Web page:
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TK Logan

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(859) 257-8248
tklogan@uky.edu
Lexington, KY 40504-2915

Positions

  • Professor, University of Kentucky
  • Department of Behavioral Science
  • Center on Drug and Alcohol Research
  • Lewis Honors Faculty

College Unit(s)

Biography and Education

Education

TK Logan, Ph.D. is a Professor in the Department of Behavioral Science, College of Medicine, and the Center on Drug and Alcohol Research. Dr. Logan teaches in the Lewis Honors College and has joint appointments in Psychiatry, Psychology, Social Work, Sociology, and Gender & Women’s Studies.

Research

Dr. Logan’s research focuses on stalking/cyberstalking, partner abuse, coercive control, sexual assault, firearm-related risks, and safety planning and efficacy as well as on substance use disorder program (SUD) outcomes and SUD recovery. Dr. Logan is the principal investigator on 5 state funded SUD program evaluations. Dr. Logan’s uses surveys, focus groups, secondary data extraction, and mixed method qualitative interviews in her research. Dr. Logan is an author on over 200 research articles and book chapters as well as five books. She also serves on the editorial board of four international journals. Dr. Logan is involved with a several community boards and national organizations working to prevent gender-based violence.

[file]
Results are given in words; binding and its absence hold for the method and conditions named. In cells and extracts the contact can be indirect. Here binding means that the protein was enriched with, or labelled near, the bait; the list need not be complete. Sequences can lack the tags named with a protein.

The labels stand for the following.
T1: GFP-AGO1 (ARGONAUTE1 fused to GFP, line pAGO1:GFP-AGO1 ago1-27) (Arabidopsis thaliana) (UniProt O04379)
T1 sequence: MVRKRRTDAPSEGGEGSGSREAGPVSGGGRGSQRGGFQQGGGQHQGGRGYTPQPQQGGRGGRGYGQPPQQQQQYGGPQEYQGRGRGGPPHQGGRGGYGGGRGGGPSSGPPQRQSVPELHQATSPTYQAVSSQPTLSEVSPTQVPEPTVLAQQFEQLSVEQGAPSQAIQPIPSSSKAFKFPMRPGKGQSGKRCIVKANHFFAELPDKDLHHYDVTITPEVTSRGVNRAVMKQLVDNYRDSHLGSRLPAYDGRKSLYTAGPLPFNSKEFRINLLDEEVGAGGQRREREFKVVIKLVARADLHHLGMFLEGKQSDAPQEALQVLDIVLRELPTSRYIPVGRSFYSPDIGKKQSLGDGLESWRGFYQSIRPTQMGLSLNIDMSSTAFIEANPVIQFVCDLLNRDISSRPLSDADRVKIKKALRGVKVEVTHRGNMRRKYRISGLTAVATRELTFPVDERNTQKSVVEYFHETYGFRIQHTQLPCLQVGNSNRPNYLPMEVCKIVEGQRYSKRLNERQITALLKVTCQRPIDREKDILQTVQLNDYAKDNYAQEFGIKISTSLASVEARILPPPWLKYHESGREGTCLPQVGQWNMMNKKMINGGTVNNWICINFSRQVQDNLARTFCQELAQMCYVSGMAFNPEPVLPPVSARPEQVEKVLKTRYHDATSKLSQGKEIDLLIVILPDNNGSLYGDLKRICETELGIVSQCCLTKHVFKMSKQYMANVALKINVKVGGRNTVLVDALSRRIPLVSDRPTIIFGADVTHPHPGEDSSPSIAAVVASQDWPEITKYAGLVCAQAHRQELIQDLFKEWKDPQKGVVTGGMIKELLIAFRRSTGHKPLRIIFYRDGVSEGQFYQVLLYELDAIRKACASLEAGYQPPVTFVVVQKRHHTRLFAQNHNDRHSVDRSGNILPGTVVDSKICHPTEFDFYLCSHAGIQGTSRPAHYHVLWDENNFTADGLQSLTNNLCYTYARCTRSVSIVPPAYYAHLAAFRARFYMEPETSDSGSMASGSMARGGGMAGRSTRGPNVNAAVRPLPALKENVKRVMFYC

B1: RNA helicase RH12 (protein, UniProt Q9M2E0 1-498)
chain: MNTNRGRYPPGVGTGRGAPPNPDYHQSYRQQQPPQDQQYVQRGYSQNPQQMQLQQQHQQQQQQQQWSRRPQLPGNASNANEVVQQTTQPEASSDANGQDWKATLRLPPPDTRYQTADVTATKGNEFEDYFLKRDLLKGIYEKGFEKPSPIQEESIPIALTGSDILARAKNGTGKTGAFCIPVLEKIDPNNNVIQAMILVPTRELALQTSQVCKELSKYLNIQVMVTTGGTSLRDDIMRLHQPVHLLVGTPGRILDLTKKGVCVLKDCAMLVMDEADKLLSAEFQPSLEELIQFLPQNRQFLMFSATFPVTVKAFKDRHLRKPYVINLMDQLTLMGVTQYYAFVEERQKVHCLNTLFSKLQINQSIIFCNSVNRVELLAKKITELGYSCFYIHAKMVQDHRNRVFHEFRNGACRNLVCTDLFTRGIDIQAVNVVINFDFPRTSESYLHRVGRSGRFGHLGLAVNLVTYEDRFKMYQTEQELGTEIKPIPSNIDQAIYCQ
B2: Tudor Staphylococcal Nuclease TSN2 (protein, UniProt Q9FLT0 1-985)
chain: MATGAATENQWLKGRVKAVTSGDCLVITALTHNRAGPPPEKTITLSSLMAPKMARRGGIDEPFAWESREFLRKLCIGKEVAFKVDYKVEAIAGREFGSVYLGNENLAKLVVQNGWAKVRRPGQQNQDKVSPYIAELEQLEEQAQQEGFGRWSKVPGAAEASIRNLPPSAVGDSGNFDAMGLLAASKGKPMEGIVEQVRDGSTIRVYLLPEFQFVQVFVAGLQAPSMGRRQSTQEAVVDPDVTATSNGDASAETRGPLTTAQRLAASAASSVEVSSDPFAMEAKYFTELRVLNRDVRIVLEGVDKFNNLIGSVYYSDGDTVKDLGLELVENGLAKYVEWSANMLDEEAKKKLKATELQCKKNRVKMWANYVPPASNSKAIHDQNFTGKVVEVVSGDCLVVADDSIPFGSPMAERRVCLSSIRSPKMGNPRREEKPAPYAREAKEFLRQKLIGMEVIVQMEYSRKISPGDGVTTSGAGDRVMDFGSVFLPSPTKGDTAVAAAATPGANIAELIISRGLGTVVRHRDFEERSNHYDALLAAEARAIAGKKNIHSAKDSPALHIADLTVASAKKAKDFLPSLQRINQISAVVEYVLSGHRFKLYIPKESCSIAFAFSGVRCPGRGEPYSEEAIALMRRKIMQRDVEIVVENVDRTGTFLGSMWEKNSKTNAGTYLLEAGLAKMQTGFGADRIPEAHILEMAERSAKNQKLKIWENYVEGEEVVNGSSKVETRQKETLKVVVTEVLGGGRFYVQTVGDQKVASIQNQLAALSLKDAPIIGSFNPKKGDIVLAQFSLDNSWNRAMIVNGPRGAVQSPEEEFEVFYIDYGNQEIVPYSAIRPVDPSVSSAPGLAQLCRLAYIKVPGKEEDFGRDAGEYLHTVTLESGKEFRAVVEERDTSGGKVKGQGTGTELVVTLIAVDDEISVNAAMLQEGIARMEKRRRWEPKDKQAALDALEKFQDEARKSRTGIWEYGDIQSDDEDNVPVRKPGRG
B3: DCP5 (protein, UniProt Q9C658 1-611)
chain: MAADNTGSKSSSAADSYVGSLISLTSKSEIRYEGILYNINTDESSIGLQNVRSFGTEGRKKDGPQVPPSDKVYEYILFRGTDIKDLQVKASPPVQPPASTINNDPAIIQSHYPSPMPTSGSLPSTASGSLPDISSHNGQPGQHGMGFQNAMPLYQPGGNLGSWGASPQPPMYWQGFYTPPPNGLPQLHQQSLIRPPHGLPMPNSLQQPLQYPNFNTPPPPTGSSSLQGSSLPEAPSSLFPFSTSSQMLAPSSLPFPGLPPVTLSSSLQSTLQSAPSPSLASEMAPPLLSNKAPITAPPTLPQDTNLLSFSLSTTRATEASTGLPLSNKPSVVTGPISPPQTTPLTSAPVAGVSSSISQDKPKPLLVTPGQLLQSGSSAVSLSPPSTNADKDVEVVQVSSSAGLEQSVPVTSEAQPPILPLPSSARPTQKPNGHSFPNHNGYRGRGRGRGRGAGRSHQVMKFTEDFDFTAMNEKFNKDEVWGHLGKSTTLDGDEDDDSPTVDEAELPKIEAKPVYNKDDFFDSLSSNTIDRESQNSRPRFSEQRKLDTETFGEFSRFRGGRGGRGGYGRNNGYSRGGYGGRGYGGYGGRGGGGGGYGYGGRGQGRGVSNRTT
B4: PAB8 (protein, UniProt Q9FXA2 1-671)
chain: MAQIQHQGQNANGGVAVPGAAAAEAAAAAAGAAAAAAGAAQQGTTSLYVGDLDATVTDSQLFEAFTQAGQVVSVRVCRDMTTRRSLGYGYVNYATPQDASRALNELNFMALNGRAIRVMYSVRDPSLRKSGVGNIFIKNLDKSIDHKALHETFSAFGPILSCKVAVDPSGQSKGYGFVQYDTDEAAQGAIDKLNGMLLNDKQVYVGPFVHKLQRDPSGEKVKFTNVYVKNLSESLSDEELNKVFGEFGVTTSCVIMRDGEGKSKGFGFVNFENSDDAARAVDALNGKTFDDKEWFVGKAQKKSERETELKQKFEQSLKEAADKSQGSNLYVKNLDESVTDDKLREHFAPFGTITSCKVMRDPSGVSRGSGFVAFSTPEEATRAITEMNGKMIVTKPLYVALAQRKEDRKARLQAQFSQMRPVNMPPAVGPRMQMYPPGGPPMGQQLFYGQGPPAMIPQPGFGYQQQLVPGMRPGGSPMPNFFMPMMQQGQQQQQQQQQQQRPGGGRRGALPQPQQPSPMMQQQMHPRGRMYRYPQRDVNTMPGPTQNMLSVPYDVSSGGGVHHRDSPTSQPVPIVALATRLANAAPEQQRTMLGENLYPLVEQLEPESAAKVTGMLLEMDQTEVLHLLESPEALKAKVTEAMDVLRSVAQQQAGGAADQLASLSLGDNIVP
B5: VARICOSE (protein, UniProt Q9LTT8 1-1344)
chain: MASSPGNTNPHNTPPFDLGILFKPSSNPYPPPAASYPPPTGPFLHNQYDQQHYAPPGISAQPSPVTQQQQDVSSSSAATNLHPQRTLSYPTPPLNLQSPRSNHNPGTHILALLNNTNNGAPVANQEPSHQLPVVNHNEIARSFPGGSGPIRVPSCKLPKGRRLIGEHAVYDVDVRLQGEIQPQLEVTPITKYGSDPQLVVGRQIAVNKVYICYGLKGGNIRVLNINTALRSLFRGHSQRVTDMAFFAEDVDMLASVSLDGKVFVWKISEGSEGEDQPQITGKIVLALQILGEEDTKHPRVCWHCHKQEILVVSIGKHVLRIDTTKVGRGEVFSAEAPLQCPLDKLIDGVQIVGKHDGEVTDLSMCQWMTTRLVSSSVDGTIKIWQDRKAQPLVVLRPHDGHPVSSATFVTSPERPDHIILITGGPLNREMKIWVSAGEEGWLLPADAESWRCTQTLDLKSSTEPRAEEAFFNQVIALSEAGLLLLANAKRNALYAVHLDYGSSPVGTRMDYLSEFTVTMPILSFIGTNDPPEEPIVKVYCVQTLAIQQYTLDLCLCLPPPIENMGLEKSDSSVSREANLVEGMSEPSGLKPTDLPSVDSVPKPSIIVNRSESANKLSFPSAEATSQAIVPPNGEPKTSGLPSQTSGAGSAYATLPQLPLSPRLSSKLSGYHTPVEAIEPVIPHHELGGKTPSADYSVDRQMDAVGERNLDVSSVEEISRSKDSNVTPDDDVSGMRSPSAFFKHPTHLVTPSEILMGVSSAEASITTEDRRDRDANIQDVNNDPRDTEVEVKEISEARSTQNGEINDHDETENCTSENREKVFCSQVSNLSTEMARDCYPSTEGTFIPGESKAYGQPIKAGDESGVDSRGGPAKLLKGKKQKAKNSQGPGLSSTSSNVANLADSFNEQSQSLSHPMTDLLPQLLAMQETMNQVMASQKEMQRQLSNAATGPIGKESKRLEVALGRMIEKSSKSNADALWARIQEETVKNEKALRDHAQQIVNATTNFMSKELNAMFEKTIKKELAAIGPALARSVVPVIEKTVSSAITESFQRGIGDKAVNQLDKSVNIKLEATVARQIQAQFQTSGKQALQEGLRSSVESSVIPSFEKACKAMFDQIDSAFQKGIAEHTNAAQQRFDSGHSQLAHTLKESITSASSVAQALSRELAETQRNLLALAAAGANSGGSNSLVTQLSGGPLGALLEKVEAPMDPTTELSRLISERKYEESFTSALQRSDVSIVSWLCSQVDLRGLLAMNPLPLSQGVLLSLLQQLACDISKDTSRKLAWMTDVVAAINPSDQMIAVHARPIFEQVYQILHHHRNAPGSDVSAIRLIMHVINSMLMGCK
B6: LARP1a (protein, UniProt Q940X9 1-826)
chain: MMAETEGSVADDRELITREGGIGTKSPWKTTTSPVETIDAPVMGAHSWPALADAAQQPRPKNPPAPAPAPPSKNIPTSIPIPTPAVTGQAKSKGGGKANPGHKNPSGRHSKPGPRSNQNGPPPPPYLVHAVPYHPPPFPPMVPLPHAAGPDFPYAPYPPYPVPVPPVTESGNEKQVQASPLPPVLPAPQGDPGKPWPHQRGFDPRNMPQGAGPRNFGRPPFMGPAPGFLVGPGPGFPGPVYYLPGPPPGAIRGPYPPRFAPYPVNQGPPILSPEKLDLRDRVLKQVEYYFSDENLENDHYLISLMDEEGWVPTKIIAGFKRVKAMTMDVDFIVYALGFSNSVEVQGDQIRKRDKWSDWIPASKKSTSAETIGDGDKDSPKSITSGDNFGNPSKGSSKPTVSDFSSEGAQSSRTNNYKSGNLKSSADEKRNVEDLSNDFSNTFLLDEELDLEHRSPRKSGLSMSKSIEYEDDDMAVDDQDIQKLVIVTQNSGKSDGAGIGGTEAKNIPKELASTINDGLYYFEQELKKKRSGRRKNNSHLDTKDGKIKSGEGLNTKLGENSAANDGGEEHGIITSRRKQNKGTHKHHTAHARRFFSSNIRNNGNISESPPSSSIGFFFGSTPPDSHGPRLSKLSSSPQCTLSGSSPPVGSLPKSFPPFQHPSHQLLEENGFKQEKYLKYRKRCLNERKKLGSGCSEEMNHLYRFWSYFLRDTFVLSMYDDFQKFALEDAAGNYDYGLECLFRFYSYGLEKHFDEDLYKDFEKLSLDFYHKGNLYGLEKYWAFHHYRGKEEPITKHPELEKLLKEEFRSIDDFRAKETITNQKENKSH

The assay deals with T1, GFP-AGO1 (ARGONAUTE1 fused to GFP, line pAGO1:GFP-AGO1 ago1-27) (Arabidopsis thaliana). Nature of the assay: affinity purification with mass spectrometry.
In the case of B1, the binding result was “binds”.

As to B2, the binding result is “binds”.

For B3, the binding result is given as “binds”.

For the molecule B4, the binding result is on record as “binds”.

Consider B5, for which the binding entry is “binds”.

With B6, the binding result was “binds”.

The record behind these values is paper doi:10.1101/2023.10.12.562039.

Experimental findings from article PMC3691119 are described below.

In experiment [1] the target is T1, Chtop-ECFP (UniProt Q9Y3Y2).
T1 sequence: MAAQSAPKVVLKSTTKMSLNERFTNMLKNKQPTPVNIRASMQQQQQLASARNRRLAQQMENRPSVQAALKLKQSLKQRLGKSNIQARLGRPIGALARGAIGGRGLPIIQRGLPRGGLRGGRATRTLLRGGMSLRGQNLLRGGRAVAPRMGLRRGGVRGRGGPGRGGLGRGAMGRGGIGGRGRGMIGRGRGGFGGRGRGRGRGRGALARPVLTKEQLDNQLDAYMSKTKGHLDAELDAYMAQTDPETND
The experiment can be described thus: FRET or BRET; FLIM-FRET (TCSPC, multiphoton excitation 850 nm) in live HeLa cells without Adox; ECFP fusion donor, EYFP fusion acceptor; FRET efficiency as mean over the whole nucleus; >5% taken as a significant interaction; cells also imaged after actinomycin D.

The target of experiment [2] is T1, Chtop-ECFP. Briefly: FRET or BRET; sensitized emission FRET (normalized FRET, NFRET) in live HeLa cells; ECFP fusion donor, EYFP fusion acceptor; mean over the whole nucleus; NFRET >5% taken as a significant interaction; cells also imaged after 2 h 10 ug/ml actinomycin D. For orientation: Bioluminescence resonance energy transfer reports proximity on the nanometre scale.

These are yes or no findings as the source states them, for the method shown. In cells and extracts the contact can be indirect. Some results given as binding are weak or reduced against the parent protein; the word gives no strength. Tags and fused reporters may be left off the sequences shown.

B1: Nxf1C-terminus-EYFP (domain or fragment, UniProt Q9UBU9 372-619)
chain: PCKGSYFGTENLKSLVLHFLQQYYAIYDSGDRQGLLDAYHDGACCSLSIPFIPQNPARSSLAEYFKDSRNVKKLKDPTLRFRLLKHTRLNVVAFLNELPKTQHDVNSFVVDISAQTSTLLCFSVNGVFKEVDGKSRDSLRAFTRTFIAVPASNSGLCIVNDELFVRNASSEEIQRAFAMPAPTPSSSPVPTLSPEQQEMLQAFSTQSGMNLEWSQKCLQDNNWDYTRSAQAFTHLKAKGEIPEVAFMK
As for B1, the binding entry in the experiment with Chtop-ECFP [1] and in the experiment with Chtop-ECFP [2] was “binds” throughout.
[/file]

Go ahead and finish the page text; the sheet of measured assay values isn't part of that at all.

Selected Publications

Gender-Based Violence. A major area of research focus for Dr. Logan has been on studying victimization or silenced suffering because many women who experience sexual assault, partner abuse, and stalking will either not report their experiences or will be silenced when they do report. More recent work has focused on threats and the association of fear with negative outcomes and the factors that influence fear levels in partner abuse and stalking victims.

  • Logan, T. (2022). Understanding the Course of Stalking Conduct and Harms Among Female Acquaintance Stalking Victims Experiencing Online Stalking Strategies. Submitted for Review.
  • Logan, T., & Marks, K. (2022). Exploring the Recovery Journey: Sexual Assault Survivors Narratives of Sexual Healing. Submitted for Review.
  • Logan, T. & Cole, J. (2022). Mental Health and Recovery Needs Among Women Substance Use Disorder Treatment Clients with Stalking Victimization Experiences. Submitted for Review.
  • Logan, T., & Showalter, K. (2022). Work Harassment and Resource Loss Among Partner Stalking Victims. Advanced Online Copy Journal of Interpersonal Violence.DOI: 10.1177/08862605221086649
  • Logan, T. (2022). Examining stalking assault by victim gender, stalker gender, and victim-stalker relationship. Journal of Family Violence, 37, 87-97